A Blockhead By Any Other Name

Sometimes I think I need to learn Yiddish.  They have such delightful words.  Words that are fun to say.  Words that sound intriguing.  Words that have great meanings.  Words such as schmegeggy.

Schmegeggay [shmuh-GEG-ee] is a noun that means stupid person.  If someone is doing something that is brilliantly unintelligent, you can tell them to stop being a schmegeggy.  Or you could write on your blog about how schmegeggy your local politians are when they do something that proves they are not the brightest crayon in the box.

You’ve seen videos on YouTube of people doing stupid things?  Thinks like trying to jump from a rooftop onto a homemade trampoline and breaking through the trampoline and breaking their bones?  Or someone making homemade fireworks that end up exploding in their hands?  Schmegeggies, every one of them!  (By the way, here’s an observation.  Most of them are males.  Not too many females participate — or else not to many of them video themselves doing schmegeggy things and then post it to YouTube!!)

Schmegeggay also means nonsense.  “Stop all of this schmegeggay,” you might say to someone who is being silly or doing crazy things.  If someone suggests doing some derring do activity, you can refuse doing schmegeggy things. Call it self-preservation or preserving your dignity.  Whatever.  You don’t need to do schmegeggay things.

If someone from your high school years wants to ‘friend’ you on Facebook but really wasn’t your friend during those years, you might say, “Schmegeggay. I don’t need to friend you!”

Here’s hoping you lead a schmegeggay-free life!

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A Definition for My Husband

I’m sitting in my office (the sofa in our family room).  My husband is reading the Reader’s Digest and comes across a word he doesn’t know.  “What does nadir mean?”

Nadir.  Nadir.  Nadir. Mmmmm. . . The word bounces around my brain seeking a definition.  No definition reaches out to claim it.  I’m at a loss.  But I, the wordsmithie of the household, can’t admit that I don’t know the definition of a word.  That’s unthinkable.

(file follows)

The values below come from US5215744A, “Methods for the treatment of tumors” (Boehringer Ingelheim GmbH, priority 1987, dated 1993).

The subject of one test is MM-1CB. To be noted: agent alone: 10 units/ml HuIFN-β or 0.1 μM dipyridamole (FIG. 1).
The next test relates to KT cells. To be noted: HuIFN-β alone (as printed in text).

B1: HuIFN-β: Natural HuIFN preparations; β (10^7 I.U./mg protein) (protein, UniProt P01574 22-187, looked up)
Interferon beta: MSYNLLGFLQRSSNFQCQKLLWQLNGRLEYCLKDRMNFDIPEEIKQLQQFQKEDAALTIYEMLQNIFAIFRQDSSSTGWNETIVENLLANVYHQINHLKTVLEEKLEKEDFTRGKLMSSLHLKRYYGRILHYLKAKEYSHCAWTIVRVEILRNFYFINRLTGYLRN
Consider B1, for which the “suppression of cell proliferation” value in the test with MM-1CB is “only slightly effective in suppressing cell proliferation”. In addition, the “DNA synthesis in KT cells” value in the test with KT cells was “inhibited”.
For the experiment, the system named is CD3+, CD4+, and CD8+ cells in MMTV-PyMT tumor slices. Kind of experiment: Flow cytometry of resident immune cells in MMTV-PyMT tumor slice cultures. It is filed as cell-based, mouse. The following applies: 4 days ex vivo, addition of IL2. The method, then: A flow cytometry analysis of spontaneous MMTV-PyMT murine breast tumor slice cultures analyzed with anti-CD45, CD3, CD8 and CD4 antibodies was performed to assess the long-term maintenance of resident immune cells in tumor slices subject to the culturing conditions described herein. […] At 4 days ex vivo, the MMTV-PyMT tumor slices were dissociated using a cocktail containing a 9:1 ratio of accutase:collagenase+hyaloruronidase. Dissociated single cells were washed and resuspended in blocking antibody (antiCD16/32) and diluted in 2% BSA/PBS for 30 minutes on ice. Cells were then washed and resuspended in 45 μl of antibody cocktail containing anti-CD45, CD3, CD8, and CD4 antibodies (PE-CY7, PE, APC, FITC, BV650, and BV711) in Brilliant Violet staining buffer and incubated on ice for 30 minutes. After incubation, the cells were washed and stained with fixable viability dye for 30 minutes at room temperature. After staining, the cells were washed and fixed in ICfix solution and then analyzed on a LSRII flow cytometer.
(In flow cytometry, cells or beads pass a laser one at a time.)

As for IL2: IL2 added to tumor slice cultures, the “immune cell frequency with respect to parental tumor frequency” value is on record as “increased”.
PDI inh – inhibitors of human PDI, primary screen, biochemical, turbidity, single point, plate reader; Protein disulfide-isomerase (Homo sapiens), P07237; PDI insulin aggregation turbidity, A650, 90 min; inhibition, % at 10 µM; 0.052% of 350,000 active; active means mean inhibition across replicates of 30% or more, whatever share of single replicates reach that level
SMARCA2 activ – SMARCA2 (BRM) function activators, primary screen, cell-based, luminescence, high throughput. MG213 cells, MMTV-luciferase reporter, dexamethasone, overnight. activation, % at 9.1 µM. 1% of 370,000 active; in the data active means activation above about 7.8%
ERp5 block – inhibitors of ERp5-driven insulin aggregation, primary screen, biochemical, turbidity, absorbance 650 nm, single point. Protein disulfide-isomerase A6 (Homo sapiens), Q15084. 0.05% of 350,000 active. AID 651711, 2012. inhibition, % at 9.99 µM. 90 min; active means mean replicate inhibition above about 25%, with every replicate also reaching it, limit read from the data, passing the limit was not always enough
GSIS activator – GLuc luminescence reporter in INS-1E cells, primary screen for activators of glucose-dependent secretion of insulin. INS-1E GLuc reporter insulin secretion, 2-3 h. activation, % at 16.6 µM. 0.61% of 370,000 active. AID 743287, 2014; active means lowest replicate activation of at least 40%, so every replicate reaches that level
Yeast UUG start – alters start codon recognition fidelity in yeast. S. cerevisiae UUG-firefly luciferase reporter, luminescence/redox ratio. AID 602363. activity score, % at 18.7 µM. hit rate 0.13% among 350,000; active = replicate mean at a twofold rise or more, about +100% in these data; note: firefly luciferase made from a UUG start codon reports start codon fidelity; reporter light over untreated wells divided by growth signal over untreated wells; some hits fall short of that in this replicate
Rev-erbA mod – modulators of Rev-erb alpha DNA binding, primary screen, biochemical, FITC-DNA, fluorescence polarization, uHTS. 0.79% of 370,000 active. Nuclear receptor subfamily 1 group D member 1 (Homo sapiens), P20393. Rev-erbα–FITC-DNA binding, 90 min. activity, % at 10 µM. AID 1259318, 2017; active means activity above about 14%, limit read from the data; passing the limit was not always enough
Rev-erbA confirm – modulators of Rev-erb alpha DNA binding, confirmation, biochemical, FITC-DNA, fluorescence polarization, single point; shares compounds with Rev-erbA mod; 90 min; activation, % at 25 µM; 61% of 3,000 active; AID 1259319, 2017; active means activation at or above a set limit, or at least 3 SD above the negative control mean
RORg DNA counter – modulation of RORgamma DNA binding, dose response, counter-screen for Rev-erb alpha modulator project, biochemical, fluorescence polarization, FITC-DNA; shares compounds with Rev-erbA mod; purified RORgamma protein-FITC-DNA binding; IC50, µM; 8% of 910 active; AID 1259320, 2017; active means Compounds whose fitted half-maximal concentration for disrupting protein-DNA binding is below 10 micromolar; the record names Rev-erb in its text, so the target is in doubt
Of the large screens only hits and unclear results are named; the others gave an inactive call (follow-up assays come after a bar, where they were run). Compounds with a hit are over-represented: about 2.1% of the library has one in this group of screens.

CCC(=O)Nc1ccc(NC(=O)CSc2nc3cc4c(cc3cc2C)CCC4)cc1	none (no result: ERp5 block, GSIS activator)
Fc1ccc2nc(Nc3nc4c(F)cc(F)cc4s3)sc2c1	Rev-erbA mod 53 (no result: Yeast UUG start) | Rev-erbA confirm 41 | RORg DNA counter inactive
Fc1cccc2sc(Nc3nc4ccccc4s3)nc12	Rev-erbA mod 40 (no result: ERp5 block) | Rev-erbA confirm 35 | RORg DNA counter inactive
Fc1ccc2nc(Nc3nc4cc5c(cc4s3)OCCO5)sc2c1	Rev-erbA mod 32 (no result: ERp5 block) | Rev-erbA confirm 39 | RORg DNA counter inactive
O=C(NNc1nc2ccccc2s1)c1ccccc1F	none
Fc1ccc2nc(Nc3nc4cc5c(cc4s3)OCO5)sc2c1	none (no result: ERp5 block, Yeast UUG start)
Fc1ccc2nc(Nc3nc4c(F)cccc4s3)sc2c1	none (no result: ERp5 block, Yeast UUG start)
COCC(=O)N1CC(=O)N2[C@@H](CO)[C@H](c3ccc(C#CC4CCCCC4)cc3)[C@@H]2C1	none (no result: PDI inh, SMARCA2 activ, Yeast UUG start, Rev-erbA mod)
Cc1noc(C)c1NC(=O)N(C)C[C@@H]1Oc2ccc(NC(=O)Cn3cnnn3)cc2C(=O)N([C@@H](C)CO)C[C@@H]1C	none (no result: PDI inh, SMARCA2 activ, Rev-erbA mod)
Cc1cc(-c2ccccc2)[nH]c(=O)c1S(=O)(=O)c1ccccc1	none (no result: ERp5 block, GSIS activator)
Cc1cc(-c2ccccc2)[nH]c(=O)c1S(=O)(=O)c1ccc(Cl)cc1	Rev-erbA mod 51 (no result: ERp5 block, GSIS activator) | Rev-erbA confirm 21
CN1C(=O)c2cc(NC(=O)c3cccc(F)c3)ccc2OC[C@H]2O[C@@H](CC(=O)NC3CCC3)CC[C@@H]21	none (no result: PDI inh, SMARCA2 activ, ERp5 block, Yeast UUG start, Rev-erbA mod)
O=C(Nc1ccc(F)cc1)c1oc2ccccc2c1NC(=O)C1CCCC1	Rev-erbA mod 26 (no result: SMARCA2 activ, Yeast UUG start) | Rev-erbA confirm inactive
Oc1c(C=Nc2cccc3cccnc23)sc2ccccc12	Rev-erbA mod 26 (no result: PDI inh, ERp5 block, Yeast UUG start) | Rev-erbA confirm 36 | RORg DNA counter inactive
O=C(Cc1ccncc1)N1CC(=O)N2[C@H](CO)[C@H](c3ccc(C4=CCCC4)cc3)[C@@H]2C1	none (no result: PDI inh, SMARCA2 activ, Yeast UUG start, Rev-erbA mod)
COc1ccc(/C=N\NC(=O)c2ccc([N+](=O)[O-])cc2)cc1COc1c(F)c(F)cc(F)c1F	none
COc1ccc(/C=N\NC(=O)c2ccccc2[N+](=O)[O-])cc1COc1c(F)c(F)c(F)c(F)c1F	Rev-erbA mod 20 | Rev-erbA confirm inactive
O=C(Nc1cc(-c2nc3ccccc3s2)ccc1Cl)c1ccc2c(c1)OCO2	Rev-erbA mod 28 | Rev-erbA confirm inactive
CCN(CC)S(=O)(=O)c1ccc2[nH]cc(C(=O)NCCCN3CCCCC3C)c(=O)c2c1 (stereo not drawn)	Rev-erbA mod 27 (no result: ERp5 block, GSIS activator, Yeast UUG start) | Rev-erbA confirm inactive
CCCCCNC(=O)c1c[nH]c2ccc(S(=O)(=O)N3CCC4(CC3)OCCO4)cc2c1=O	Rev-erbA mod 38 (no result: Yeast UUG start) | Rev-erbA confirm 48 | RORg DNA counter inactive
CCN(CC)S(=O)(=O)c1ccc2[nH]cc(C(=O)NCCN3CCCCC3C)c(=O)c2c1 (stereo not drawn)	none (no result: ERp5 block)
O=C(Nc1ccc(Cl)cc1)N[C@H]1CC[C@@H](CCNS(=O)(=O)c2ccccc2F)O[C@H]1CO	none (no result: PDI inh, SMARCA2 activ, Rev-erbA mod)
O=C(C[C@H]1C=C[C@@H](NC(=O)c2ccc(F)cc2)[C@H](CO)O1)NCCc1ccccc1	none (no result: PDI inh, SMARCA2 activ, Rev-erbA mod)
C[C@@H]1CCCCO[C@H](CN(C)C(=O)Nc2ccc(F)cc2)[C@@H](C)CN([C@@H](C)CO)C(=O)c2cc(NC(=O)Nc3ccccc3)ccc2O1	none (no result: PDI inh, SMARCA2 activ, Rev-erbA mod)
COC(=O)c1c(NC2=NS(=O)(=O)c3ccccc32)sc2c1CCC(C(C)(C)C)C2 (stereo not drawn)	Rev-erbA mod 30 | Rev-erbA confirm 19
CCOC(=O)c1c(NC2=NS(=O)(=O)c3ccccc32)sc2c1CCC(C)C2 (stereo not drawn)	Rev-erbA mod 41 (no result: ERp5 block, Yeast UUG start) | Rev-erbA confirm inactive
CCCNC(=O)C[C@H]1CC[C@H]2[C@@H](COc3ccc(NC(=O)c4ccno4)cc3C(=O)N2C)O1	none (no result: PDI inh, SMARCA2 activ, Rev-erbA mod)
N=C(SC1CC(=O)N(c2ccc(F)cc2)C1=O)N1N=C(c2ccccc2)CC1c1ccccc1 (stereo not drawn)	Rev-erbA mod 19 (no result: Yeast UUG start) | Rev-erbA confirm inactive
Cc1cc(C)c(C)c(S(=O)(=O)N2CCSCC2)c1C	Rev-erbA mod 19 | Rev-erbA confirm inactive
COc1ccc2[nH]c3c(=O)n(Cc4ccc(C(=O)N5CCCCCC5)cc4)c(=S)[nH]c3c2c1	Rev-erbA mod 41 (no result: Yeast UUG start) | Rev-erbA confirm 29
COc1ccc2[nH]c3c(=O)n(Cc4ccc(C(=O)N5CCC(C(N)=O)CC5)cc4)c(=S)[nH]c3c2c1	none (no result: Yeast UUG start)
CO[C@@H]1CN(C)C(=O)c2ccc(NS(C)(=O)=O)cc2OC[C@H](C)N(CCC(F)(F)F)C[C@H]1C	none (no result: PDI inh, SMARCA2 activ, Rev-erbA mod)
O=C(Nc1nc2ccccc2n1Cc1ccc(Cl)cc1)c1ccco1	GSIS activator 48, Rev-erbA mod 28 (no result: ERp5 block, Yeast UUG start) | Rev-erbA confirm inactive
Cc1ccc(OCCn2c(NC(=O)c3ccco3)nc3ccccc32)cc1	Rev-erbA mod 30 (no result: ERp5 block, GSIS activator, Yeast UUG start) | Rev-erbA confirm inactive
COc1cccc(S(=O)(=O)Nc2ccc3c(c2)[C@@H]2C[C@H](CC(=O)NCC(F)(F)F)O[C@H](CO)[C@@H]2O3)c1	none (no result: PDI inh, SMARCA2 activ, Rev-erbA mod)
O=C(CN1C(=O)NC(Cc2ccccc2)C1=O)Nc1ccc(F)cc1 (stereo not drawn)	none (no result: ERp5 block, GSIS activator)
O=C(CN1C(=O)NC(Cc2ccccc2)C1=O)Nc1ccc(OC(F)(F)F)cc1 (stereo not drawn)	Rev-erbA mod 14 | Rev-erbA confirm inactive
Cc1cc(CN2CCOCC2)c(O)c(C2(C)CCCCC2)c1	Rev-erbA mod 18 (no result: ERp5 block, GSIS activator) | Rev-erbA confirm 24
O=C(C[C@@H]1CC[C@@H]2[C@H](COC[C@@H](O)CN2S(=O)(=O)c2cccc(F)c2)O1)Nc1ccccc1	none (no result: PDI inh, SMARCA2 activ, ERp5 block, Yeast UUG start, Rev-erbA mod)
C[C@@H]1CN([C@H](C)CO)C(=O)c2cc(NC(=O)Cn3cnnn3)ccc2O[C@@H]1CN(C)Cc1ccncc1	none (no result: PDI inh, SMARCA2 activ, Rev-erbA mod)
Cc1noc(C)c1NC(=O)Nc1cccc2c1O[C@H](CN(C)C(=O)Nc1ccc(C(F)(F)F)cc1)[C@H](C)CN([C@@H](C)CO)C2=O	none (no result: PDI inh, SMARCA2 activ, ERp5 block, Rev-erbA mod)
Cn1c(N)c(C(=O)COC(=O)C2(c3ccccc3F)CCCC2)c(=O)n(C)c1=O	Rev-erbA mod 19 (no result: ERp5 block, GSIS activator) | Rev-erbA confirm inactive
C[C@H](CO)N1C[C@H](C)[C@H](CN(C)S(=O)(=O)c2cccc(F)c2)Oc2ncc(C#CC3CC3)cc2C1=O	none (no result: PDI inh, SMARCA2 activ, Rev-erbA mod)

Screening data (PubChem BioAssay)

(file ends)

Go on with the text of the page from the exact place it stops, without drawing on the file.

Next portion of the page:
Full of confidence I say, “It refers to a . . . a . . . a . . . point . . .”

My husband looks expectantly at me waiting for me to finish.

I quickly pull up dictionary.com on my laptop that is resting on my lap top.  (Funny thing!)  I try to be sneaky because I don’t want him to know that I had look up the definition.  That wouldn’t be cool.

“It’s the lowest or deepest point.”

He raises one eyebrow.  He knows.  He knows.  He knows that I looked it up online.  Sigh.

Nadir [ney-der] is a noun that means the lowest or deepest point; point of greatest adversity or despair.  I almost sink into a nadir of despair because I didn’t remember the definition of the word.  I knew it once.  I really did.  But I just couldn’t dust off the cobwebs from my synapses to bring the definition back into the daylight of my recall.  I hate it when that happens.

Someone could experience nadir when they lose a job, get a divorce, or go bankrupt. They could feel nadir of despair when something they really wanted to do falls through.  Or when they fail a college class.  Or when they go through chemotherapy but it doesn’t kill all of the cancer and they only have a few weeks left to live.

Eww, all of this is depressing.

But then, that’s what this word is all about.

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Speak a Little Louder Please

Travel with me back in time in Greek Mythology to the Trojan war. As a herald for the Greek, Stentor had a voice as powerful as fifty voices of other men.  (I wonder if he ever got hoarse from all of his powerful heralding . . .) He died after he was defeated by Hermes (who was a great messenger of the gods) in a shouting contest.

From this incident in mythology, we get the word stentorian.  From this little bit of background history, can you figure out what stentorian might mean?

If you guessed a meaning about loudness, you would be correct.  Stentorian [sten-tawr-ee-uhn] is an adjective that means very loud or powerful in sound.